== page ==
It’s important to use an efficient method of identifying suitable candidates for a literacy programme.
When HR Managers who care and want to make a difference take charge of literacy training, there will be a very good outcome.
It’s really frustrating to speak to an HR Manager about encouraging their staff to participate in a literacy training programme and they say, “I have asked them, but they are not interested.”
Experience has shown that that simply means they’ve asked in the wrong way, asked the wrong questions, asked the wrong person or asked in the wrong context. For example, sometimes, HR Professionals have quick toolbox meetings in the morning and quickly throw in a question like, “Do you want to learn how to write your name?” This understandably doesn’t get a very positive response.
It’s therefore important that HR Managers, or those who have ownership of literacy training, ask the right questions at the right time.
If you’re appointed as an HR Manager, you’re responsible for the collective work of learning and development, recruitment, wellness and such related matters, but the foundation of all of these is fulfilling the vision to uplift the employees of the company. And that starts by asking the right people the right questions.
How, then, should those questions be asked to get the right answers?
One way of doing so is to involve an experienced service provider which has the expertise to approach learners or potential learners in an appropriate way to get past the negativity of “going back to school” or being illiterate.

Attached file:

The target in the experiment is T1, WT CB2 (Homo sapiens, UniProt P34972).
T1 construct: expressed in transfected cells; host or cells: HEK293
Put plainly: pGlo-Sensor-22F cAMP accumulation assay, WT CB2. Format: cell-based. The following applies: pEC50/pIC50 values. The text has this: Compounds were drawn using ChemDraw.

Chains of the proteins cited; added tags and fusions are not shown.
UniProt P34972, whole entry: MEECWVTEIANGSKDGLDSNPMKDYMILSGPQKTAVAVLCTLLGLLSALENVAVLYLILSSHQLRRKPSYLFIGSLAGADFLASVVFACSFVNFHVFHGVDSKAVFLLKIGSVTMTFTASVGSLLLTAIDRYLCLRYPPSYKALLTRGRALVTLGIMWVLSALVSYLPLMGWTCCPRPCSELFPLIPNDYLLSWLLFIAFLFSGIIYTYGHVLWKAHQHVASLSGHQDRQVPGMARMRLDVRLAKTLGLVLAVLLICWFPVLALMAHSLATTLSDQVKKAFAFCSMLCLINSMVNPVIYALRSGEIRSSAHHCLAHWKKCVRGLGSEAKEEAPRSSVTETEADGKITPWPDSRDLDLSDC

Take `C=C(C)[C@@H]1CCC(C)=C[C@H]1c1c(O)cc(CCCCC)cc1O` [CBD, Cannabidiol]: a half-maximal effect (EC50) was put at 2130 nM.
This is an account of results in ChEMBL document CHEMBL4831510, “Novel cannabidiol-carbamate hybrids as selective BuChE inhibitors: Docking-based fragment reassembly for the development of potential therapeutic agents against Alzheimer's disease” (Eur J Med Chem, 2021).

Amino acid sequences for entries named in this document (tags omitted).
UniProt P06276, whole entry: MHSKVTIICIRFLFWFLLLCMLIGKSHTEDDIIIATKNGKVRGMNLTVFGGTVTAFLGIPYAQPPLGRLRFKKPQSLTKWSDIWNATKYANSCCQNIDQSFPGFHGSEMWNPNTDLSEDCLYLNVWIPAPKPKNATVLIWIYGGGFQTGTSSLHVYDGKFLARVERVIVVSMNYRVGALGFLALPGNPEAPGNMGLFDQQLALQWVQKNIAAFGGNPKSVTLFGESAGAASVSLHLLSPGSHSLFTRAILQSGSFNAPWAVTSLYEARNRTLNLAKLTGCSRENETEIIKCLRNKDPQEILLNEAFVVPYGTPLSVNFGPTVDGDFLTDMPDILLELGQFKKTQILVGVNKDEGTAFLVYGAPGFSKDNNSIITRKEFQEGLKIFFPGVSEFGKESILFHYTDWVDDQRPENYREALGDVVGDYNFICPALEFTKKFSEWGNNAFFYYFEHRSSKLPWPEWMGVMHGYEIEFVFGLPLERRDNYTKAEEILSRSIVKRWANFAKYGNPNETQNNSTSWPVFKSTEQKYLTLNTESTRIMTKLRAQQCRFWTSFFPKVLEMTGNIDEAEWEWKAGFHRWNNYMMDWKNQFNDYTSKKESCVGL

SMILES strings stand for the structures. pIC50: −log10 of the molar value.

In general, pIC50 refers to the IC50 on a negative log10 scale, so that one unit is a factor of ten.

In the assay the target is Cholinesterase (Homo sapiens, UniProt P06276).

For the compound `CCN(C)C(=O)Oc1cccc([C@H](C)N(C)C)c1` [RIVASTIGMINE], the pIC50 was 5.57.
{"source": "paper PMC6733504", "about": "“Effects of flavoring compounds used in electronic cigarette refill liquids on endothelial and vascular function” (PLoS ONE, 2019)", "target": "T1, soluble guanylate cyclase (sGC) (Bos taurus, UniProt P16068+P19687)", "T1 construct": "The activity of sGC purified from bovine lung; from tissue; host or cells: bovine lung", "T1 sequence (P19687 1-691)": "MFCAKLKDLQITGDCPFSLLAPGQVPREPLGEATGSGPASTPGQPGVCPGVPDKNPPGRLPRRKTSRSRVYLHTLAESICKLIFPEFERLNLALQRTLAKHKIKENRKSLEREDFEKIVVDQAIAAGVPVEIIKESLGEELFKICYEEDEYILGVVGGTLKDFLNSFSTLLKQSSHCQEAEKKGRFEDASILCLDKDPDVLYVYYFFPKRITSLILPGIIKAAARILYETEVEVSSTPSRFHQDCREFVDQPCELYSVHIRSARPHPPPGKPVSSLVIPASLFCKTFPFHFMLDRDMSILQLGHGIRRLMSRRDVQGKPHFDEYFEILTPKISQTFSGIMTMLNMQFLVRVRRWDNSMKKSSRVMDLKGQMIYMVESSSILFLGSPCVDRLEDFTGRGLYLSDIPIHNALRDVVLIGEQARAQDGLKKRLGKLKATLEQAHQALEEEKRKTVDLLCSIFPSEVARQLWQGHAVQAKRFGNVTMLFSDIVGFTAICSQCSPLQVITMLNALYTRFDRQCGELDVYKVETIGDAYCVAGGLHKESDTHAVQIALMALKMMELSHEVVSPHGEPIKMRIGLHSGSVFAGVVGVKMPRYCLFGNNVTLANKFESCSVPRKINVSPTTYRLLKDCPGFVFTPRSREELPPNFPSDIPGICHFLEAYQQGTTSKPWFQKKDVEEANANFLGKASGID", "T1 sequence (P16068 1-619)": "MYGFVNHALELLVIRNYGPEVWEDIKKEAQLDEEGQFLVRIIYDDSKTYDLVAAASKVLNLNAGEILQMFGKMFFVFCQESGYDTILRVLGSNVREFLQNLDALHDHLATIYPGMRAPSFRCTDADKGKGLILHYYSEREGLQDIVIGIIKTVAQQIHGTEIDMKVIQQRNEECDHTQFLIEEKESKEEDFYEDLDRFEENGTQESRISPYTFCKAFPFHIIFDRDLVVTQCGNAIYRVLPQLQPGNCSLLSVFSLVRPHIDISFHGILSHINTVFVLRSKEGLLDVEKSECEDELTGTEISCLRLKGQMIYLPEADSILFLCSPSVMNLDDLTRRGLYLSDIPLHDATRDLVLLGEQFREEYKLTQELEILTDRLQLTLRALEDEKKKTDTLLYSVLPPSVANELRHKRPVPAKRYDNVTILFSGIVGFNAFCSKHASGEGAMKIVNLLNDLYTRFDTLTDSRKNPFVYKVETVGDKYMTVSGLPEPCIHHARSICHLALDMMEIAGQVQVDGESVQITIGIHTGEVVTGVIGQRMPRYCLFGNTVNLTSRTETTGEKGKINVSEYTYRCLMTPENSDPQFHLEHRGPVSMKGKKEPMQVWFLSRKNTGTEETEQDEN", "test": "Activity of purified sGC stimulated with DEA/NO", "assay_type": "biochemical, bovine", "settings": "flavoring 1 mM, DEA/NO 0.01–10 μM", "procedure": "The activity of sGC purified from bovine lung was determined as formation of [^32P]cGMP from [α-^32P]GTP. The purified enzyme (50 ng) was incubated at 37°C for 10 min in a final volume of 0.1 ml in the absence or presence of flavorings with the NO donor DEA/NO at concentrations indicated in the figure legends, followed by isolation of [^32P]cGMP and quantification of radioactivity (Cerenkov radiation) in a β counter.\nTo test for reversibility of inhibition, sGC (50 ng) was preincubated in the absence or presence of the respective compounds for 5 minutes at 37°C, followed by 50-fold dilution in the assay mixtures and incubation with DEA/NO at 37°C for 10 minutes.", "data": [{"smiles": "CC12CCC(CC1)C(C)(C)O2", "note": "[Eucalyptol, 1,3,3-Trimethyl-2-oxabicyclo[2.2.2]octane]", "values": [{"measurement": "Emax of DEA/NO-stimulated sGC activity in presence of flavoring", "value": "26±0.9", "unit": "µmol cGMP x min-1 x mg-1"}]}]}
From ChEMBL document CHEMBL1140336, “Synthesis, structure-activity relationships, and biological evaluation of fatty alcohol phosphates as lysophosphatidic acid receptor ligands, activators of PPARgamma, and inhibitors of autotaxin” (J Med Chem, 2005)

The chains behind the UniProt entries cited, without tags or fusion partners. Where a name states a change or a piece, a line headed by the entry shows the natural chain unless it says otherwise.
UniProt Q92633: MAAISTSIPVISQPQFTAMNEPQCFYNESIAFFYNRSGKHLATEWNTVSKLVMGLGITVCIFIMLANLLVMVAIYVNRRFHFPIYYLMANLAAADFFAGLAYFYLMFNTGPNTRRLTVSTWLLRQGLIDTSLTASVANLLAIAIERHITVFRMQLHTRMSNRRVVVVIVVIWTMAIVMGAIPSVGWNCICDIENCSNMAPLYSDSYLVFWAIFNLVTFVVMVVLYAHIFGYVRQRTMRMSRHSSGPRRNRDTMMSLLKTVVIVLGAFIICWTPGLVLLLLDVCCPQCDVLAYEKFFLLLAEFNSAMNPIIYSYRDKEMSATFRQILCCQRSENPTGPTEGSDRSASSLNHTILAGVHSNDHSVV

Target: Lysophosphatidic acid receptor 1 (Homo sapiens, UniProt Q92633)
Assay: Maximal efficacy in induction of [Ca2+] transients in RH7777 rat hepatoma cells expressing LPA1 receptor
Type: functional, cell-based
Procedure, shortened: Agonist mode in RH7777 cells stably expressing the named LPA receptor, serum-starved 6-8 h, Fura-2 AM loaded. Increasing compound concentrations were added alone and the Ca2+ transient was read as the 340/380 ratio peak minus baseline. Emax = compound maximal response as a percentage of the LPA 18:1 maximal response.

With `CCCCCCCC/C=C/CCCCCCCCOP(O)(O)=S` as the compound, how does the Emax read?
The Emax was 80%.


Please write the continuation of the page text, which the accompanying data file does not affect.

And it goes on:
It’s important to avoid misinformation and negativity, and to get people who are not interested out of the process. People therefore need to be given the right information in order for them to make a wise decision. Often, HR Managers will claim that they have 10 people who are interested in literacy training, but at the end of the day, these people think it’s a learnership in which they are participating because they were given the wrong information.
An experienced training provider will do things right from the beginning. They will come on site, confer with the client, conduct an awareness session, speak to the appropriate people, explain to them the benefits and the commitment required, and address all other pertinent matters.
By supporting the client in this way through information sessions and a proper investigation, the provider will lighten the load of HR Professionals.
Another challenge companies face is that they don’t fully realise the literacy needs of their employees or don’t believe anyone is interested in participating in a literacy programme because employees haven’t necessarily asked to participate in such a programme. Pertinent questions in that regard are thus never asked.
There are therefore a couple of clues that will help HR Professionals to identify employees who would be ideal candidates for a literacy programme. Such employees would typically have difficulties identifying or understanding time and timesheets. They could possibly have a lack of understanding of numbers, including how to read their payslips, the calculation of their overtime salary deductions and tax. Garnishee orders also present a massive challenge because employees often don’t understand them, but get into debt, which they do not attempt to settle because they don’t understand the implications of their debt.
By asking the right questions and having the right literacy training for the right people with the right vision, your company’s Workplace Skills Plan and all that follows will then actually mean something.
Marinda Clack is an Expert Training and Development Advisor at Triple E Training.